However, due to Teresa’s significant contribution to BlackberryLodge, it can be said that they have created a tenancy in common as Teresa hasinvested more than Jacopina. The fact that she is a registered proprietor, aswell as her knowledge of the mortgage placed on the estate, it strengthensYourMoney’s case on repossessing Blackberry Lodge. In advising Teresa, she can try and rely on s.
36 AJA 1970.27From this, Teresa can try to ‘adjourn the proceedings’,28and ‘suspend execution of the judgement or order, or postpone the date fordelivery of possession.’29This means that Teresa will be able to have time to try and pay the debt owedto YourMoney mortgage, this could come in the form of selling the estate, asshown in Royal Trust Co of Canada vMarkham,30but Teresa will have to take into consideration the time given by the court.What is deemed reasonable was established in Gloucester BS v Norgan31where the full period of the mortgage is seen as a reasonable time frame.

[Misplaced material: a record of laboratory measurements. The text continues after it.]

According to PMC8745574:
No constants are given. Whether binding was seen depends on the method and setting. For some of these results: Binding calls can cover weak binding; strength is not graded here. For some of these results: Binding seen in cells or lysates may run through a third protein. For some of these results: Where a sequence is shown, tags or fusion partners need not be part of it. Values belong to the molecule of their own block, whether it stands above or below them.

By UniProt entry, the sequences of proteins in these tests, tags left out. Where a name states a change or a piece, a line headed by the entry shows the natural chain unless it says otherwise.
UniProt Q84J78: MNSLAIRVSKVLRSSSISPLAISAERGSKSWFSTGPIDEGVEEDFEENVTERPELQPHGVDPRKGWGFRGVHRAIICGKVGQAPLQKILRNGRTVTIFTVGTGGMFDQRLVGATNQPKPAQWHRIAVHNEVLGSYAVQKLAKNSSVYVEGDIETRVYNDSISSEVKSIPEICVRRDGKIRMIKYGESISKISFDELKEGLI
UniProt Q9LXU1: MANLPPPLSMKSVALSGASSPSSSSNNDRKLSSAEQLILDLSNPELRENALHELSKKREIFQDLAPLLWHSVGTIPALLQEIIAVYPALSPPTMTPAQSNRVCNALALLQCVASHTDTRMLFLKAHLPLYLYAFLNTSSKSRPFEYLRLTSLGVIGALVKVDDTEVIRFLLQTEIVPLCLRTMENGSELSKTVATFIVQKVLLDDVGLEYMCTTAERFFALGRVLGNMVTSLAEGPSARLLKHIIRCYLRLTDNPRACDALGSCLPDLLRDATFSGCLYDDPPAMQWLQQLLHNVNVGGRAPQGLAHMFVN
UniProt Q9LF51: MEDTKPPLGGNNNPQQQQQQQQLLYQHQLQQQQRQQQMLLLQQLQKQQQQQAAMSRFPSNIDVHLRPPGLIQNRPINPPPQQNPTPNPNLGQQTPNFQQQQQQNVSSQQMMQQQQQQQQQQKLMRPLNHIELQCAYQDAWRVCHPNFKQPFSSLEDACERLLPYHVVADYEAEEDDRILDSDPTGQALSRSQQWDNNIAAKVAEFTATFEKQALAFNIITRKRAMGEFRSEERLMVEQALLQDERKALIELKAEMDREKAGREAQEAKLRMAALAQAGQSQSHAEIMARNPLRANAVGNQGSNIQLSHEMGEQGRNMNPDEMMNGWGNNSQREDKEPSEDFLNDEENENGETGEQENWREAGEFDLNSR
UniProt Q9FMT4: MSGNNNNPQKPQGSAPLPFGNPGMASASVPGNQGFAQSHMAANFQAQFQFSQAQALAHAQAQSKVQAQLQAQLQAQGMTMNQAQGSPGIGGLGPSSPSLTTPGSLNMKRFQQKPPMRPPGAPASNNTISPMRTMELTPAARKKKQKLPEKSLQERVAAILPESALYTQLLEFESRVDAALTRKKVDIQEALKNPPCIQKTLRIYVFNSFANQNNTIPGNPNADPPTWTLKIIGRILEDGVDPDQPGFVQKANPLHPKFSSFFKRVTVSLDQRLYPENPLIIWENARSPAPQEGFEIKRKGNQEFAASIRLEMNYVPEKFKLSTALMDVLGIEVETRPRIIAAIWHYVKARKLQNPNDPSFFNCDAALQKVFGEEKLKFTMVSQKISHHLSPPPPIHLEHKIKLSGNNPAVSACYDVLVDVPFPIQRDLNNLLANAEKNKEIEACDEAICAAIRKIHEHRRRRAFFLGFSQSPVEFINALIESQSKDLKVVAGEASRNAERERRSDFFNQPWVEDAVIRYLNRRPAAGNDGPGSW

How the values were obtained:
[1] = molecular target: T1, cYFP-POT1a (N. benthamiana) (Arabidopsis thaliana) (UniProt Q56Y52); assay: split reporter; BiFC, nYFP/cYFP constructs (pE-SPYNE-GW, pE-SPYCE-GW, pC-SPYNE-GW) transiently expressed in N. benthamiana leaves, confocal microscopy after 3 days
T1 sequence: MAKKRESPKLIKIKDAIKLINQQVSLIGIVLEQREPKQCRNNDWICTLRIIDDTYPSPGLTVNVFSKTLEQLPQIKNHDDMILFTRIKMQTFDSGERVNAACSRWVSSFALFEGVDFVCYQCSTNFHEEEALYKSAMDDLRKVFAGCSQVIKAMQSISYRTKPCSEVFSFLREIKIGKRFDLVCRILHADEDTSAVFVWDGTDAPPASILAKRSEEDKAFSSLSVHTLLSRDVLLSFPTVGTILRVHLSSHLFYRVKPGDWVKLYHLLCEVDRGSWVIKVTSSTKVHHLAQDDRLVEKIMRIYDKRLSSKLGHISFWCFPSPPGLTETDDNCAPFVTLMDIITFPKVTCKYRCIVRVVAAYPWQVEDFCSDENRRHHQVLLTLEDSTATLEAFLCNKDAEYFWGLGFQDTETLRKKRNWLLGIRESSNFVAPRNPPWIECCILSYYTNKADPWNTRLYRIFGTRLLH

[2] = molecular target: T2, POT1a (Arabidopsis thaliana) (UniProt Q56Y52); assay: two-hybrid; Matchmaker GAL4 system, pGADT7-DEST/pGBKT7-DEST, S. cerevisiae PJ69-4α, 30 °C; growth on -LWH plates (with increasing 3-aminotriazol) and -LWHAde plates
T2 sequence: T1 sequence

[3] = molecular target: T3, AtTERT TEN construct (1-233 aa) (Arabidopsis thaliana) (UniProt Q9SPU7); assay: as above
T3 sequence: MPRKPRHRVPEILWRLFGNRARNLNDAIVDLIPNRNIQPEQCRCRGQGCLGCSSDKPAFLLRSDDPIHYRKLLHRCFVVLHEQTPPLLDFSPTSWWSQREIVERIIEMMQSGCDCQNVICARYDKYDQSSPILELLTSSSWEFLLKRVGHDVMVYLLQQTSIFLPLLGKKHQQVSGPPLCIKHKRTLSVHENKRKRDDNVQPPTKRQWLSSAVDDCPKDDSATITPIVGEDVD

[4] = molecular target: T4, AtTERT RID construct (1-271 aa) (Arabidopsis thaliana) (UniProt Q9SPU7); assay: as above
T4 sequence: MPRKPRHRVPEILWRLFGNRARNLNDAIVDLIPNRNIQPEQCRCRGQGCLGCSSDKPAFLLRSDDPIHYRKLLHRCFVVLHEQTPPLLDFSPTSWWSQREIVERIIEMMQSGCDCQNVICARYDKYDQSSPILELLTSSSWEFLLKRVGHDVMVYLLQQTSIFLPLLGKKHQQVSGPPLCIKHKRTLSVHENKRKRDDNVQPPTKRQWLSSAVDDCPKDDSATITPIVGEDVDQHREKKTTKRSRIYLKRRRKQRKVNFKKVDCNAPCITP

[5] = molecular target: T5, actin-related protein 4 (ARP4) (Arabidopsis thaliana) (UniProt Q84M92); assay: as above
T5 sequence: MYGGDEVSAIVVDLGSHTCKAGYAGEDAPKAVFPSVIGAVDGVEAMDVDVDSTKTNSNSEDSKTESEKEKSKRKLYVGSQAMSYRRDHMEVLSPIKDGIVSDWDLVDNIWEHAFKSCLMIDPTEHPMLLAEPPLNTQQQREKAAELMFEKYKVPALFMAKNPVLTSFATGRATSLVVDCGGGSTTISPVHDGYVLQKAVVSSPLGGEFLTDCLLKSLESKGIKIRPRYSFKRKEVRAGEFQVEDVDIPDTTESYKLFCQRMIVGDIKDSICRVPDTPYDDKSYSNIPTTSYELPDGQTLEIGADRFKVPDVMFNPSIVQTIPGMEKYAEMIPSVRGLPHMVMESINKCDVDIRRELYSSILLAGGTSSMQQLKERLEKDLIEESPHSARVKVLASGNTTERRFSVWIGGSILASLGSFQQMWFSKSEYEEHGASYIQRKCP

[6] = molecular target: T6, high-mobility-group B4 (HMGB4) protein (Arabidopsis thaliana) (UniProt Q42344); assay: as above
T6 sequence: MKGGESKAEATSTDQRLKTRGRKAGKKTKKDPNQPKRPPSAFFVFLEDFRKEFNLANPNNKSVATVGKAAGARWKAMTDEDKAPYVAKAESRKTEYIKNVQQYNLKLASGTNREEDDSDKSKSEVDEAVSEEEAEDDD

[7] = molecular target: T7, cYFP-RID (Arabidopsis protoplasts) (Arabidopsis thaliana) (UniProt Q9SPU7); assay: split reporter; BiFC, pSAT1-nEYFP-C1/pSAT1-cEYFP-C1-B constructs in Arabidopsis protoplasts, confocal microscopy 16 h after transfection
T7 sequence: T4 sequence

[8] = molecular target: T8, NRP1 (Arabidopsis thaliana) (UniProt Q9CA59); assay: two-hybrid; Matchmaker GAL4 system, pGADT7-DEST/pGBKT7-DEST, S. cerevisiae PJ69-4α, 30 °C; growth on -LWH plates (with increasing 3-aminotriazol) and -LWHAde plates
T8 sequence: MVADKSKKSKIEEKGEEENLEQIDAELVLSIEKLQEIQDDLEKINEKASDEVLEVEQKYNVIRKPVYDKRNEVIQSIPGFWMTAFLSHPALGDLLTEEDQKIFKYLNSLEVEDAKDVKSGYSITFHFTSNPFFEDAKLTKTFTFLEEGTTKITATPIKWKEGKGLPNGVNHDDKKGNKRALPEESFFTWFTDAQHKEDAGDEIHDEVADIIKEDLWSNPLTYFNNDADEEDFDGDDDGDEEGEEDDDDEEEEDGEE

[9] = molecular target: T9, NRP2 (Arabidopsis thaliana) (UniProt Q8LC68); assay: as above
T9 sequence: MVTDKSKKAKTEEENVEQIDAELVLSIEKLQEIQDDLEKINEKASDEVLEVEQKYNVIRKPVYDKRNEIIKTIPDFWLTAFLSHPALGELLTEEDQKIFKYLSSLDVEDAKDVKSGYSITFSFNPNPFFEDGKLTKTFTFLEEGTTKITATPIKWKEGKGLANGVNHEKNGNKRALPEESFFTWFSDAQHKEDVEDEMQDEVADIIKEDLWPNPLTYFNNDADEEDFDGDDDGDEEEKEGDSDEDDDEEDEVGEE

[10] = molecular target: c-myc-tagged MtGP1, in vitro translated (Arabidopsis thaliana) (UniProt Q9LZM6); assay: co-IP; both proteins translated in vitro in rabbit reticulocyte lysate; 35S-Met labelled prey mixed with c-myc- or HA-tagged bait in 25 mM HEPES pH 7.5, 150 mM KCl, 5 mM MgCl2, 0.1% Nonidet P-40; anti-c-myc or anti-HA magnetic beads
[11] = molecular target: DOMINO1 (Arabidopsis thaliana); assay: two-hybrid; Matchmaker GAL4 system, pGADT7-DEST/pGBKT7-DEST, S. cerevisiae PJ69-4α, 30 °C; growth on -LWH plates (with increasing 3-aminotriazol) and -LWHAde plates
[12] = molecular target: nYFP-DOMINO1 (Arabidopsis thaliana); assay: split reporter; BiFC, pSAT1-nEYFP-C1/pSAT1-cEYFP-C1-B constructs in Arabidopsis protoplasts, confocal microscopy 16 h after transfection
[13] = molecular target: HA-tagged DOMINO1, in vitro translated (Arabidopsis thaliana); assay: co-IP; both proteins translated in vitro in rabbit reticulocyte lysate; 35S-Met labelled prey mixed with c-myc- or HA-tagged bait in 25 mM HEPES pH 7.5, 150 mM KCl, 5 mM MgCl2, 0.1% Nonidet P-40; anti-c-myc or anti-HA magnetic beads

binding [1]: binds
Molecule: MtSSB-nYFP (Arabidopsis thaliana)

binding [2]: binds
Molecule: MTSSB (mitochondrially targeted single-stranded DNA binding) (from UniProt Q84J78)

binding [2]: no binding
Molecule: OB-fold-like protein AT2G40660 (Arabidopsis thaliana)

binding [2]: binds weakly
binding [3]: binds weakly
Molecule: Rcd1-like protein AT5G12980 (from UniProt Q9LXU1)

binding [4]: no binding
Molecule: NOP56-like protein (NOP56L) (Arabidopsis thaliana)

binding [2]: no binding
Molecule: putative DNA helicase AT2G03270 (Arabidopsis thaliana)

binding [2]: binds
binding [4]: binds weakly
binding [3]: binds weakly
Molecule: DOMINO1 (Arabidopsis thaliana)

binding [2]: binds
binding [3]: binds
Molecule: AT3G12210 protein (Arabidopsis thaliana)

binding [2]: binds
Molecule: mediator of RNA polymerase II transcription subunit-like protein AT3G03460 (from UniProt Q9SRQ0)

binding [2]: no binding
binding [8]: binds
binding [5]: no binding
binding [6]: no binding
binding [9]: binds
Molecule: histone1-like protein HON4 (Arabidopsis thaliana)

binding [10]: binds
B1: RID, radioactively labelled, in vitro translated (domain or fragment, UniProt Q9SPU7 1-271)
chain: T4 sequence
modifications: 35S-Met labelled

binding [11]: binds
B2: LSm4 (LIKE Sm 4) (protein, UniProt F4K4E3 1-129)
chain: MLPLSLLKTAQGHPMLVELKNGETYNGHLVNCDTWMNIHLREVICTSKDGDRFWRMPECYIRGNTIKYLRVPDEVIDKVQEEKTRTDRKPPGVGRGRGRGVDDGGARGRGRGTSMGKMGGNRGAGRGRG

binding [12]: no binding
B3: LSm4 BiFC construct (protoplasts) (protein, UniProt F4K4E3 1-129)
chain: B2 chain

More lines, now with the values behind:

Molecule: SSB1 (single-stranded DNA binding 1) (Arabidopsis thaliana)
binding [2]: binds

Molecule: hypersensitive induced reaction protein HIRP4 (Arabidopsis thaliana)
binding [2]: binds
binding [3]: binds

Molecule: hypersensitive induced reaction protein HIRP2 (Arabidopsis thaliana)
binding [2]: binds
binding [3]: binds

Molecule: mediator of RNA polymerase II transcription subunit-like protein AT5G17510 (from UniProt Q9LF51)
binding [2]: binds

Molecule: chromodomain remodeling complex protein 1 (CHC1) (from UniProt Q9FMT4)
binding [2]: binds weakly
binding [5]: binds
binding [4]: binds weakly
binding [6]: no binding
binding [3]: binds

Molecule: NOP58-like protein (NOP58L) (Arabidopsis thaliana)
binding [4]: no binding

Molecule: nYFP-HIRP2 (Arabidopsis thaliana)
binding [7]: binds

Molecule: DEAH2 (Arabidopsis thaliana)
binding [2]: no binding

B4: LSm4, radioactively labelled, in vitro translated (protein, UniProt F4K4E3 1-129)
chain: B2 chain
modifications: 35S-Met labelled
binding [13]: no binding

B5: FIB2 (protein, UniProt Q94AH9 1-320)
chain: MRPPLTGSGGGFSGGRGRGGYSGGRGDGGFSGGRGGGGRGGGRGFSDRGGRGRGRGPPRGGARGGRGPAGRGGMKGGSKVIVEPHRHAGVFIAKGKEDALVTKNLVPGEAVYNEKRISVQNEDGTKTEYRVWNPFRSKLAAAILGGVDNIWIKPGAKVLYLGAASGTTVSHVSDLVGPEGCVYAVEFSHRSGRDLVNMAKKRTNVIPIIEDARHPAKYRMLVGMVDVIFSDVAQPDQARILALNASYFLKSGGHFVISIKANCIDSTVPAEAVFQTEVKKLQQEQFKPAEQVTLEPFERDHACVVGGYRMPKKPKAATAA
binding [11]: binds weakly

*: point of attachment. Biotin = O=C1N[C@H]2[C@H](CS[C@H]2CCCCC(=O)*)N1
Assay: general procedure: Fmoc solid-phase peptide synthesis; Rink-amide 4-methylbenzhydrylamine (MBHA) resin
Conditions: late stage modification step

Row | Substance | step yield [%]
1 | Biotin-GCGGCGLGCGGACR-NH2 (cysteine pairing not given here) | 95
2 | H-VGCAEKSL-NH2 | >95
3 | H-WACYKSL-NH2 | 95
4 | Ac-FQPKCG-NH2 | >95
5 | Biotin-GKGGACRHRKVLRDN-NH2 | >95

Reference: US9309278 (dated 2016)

However, we need to establish whether she will be able to sell theestate as even though she is a registered title holder, Teresa will require asignature from Jacopina to in order for the sale of the estate to go through.If Jacopina decided to not proceed with the sale, then Teresa will not be ableto sell Blackberry Lodge, but with the provision of s.14 TOLATA 1996, Teresacan seek an order from the court to allow the order of sale to proceed.
When the estate has eventually been sold, the proceeds made fromthe sale will go towards the repayment of the sum owed to YourMoney and theremainder of the money will be split between the beneficiaries in relation tothe beneficial interest acquired from the estate. If the sale goes through byvirtue of severance, this can either be expressed in a notice in writing,32or by mutual agreement, as highlighted in Williamsv Hensman,33and from looking at the facts, it is not clear whether a TR1 form has beencompleted or whether there was a mutual agreement or a written of notice. Itwould be difficult to establish the share of the profit. But assuming thoserequirements have been met, Teresa’s beneficial interest for Blackberry Lodgeis two thirds. This means that Teresa would receive 66% of the profit made fromthe sale of the house.